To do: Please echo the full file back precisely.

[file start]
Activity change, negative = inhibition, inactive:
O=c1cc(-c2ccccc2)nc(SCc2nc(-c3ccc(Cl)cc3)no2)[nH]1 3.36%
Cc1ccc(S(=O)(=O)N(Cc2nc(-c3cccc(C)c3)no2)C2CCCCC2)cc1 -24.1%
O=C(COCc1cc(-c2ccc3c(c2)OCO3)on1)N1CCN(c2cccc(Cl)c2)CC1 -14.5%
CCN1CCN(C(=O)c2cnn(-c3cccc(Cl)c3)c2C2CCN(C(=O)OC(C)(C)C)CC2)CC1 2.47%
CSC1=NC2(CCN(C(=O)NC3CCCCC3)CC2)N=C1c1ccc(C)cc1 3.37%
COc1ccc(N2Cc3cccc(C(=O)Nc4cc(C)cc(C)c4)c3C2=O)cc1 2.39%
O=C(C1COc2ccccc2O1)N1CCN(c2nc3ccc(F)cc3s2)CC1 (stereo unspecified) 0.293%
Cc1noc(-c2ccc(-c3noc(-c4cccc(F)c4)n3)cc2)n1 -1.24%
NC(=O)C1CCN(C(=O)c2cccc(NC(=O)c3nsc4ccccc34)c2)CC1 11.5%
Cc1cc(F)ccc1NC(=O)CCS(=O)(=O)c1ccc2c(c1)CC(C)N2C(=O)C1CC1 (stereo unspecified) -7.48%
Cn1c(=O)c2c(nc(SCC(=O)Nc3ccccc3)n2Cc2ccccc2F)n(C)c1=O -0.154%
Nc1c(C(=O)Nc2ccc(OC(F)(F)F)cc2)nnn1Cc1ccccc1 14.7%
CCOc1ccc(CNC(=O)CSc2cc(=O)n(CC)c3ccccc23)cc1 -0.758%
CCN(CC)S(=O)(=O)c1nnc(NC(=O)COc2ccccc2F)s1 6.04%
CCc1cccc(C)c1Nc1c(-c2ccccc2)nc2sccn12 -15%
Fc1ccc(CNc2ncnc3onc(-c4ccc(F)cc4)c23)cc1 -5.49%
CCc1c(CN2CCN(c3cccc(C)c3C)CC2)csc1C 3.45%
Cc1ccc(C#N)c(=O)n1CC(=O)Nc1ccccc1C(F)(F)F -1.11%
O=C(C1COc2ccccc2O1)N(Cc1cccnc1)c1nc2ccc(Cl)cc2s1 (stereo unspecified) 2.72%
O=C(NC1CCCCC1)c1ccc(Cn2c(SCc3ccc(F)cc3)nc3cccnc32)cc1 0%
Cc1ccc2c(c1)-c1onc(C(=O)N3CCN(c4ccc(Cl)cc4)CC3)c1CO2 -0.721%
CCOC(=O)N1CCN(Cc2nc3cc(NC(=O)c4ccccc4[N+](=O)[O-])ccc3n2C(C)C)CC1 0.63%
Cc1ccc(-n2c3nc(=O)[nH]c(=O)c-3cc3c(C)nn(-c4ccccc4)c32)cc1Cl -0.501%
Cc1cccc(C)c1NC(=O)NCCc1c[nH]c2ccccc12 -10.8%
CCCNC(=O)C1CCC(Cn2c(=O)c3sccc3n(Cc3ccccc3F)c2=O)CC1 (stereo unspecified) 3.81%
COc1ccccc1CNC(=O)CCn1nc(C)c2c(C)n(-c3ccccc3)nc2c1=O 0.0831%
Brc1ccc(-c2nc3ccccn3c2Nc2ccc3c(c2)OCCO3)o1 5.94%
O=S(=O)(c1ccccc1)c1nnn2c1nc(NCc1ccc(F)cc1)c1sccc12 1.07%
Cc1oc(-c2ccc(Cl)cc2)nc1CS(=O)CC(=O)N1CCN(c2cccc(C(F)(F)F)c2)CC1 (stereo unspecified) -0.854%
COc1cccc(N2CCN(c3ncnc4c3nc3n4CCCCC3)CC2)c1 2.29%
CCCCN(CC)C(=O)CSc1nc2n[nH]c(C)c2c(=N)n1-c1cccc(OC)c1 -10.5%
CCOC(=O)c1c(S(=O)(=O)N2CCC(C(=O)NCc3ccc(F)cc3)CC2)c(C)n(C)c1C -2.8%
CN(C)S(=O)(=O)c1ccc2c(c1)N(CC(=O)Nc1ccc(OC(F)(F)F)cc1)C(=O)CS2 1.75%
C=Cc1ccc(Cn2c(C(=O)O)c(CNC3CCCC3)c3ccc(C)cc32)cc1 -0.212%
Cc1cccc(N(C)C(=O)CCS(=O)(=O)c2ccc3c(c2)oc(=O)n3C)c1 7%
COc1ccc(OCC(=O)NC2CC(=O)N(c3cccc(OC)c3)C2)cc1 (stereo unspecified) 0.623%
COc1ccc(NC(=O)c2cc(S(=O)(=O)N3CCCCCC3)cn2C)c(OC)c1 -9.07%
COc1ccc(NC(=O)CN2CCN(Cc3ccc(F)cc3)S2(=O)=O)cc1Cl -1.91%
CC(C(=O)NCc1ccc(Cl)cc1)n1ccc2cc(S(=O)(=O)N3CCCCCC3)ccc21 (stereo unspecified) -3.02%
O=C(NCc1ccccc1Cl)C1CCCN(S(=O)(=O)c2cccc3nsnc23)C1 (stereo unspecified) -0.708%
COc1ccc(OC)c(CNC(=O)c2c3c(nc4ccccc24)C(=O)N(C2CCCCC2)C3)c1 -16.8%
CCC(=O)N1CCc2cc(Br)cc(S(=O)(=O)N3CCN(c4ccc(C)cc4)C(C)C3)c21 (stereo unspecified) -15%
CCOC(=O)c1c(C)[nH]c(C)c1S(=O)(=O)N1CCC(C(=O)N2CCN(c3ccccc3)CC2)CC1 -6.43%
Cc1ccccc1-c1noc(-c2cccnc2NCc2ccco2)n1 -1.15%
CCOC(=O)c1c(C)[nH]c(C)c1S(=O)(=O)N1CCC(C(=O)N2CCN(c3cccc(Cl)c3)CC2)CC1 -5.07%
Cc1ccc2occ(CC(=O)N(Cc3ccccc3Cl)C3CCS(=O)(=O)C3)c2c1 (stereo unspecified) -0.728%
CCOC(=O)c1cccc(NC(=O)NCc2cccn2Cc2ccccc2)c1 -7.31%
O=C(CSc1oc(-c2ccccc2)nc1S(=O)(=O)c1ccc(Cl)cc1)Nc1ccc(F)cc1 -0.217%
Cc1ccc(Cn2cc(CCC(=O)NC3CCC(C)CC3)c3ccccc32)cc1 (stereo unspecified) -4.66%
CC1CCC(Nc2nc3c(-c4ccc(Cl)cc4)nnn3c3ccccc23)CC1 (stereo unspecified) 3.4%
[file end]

Activity change, negative = inhibition, inactive:
O=c1cc(-c2ccccc2)nc(SCc2nc(-c3ccc(Cl)cc3)no2)[nH]1 3.36%
Cc1ccc(S(=O)(=O)N(Cc2nc(-c3cccc(C)c3)no2)C2CCCCC2)cc1 -24.1%
O=C(COCc1cc(-c2ccc3c(c2)OCO3)on1)N1CCN(c2cccc(Cl)c2)CC1 -14.5%
CCN1CCN(C(=O)c2cnn(-c3cccc(Cl)c3)c2C2CCN(C(=O)OC(C)(C)C)CC2)CC1 2.47%
CSC1=NC2(CCN(C(=O)NC3CCCCC3)CC2)N=C1c1ccc(C)cc1 3.37%
COc1ccc(N2Cc3cccc(C(=O)Nc4cc(C)cc(C)c4)c3C2=O)cc1 2.39%
O=C(C1COc2ccccc2O1)N1CCN(c2nc3ccc(F)cc3s2)CC1 (stereo unspecified) 0.293%
Cc1noc(-c2ccc(-c3noc(-c4cccc(F)c4)n3)cc2)n1 -1.24%
NC(=O)C1CCN(C(=O)c2cccc(NC(=O)c3nsc4ccccc34)c2)CC1 11.5%
Cc1cc(F)ccc1NC(=O)CCS(=O)(=O)c1ccc2c(c1)CC(C)N2C(=O)C1CC1 (stereo unspecified) -7.48%
Cn1c(=O)c2c(nc(SCC(=O)Nc3ccccc3)n2Cc2ccccc2F)n(C)c1=O -0.154%
Nc1c(C(=O)Nc2ccc(OC(F)(F)F)cc2)nnn1Cc1ccccc1 14.7%
CCOc1ccc(CNC(=O)CSc2cc(=O)n(CC)c3ccccc23)cc1 -0.758%
CCN(CC)S(=O)(=O)c1nnc(NC(=O)COc2ccccc2F)s1 6.04%
CCc1cccc(C)c1Nc1c(-c2ccccc2)nc2sccn12 -15%
Fc1ccc(CNc2ncnc3onc(-c4ccc(F)cc4)c23)cc1 -5.49%
CCc1c(CN2CCN(c3cccc(C)c3C)CC2)csc1C 3.45%
Cc1ccc(C#N)c(=O)n1CC(=O)Nc1ccccc1C(F)(F)F -1.11%
O=C(C1COc2ccccc2O1)N(Cc1cccnc1)c1nc2ccc(Cl)cc2s1 (stereo unspecified) 2.72%
O=C(NC1CCCCC1)c1ccc(Cn2c(SCc3ccc(F)cc3)nc3cccnc32)cc1 0%
Cc1ccc2c(c1)-c1onc(C(=O)N3CCN(c4ccc(Cl)cc4)CC3)c1CO2 -0.721%
CCOC(=O)N1CCN(Cc2nc3cc(NC(=O)c4ccccc4[N+](=O)[O-])ccc3n2C(C)C)CC1 0.63%
Cc1ccc(-n2c3nc(=O)[nH]c(=O)c-3cc3c(C)nn(-c4ccccc4)c32)cc1Cl -0.501%
Cc1cccc(C)c1NC(=O)NCCc1c[nH]c2ccccc12 -10.8%
CCCNC(=O)C1CCC(Cn2c(=O)c3sccc3n(Cc3ccccc3F)c2=O)CC1 (stereo unspecified) 3.81%
COc1ccccc1CNC(=O)CCn1nc(C)c2c(C)n(-c3ccccc3)nc2c1=O 0.0831%
Brc1ccc(-c2nc3ccccn3c2Nc2ccc3c(c2)OCCO3)o1 5.94%
O=S(=O)(c1ccccc1)c1nnn2c1nc(NCc1ccc(F)cc1)c1sccc12 1.07%
Cc1oc(-c2ccc(Cl)cc2)nc1CS(=O)CC(=O)N1CCN(c2cccc(C(F)(F)F)c2)CC1 (stereo unspecified) -0.854%
COc1cccc(N2CCN(c3ncnc4c3nc3n4CCCCC3)CC2)c1 2.29%
CCCCN(CC)C(=O)CSc1nc2n[nH]c(C)c2c(=N)n1-c1cccc(OC)c1 -10.5%
CCOC(=O)c1c(S(=O)(=O)N2CCC(C(=O)NCc3ccc(F)cc3)CC2)c(C)n(C)c1C -2.8%
CN(C)S(=O)(=O)c1ccc2c(c1)N(CC(=O)Nc1ccc(OC(F)(F)F)cc1)C(=O)CS2 1.75%
C=Cc1ccc(Cn2c(C(=O)O)c(CNC3CCCC3)c3ccc(C)cc32)cc1 -0.212%
Cc1cccc(N(C)C(=O)CCS(=O)(=O)c2ccc3c(c2)oc(=O)n3C)c1 7%
COc1ccc(OCC(=O)NC2CC(=O)N(c3cccc(OC)c3)C2)cc1 (stereo unspecified) 0.623%
COc1ccc(NC(=O)c2cc(S(=O)(=O)N3CCCCCC3)cn2C)c(OC)c1 -9.07%
COc1ccc(NC(=O)CN2CCN(Cc3ccc(F)cc3)S2(=O)=O)cc1Cl -1.91%
CC(C(=O)NCc1ccc(Cl)cc1)n1ccc2cc(S(=O)(=O)N3CCCCCC3)ccc21 (stereo unspecified) -3.02%
O=C(NCc1ccccc1Cl)C1CCCN(S(=O)(=O)c2cccc3nsnc23)C1 (stereo unspecified) -0.708%
COc1ccc(OC)c(CNC(=O)c2c3c(nc4ccccc24)C(=O)N(C2CCCCC2)C3)c1 -16.8%
CCC(=O)N1CCc2cc(Br)cc(S(=O)(=O)N3CCN(c4ccc(C)cc4)C(C)C3)c21 (stereo unspecified) -15%
CCOC(=O)c1c(C)[nH]c(C)c1S(=O)(=O)N1CCC(C(=O)N2CCN(c3ccccc3)CC2)CC1 -6.43%
Cc1ccccc1-c1noc(-c2cccnc2NCc2ccco2)n1 -1.15%
CCOC(=O)c1c(C)[nH]c(C)c1S(=O)(=O)N1CCC(C(=O)N2CCN(c3cccc(Cl)c3)CC2)CC1 -5.07%
Cc1ccc2occ(CC(=O)N(Cc3ccccc3Cl)C3CCS(=O)(=O)C3)c2c1 (stereo unspecified) -0.728%
CCOC(=O)c1cccc(NC(=O)NCc2cccn2Cc2ccccc2)c1 -7.31%
O=C(CSc1oc(-c2ccccc2)nc1S(=O)(=O)c1ccc(Cl)cc1)Nc1ccc(F)cc1 -0.217%
Cc1ccc(Cn2cc(CCC(=O)NC3CCC(C)CC3)c3ccccc32)cc1 (stereo unspecified) -4.66%
CC1CCC(Nc2nc3c(-c4ccc(Cl)cc4)nnn3c3ccccc23)CC1 (stereo unspecified) 3.4%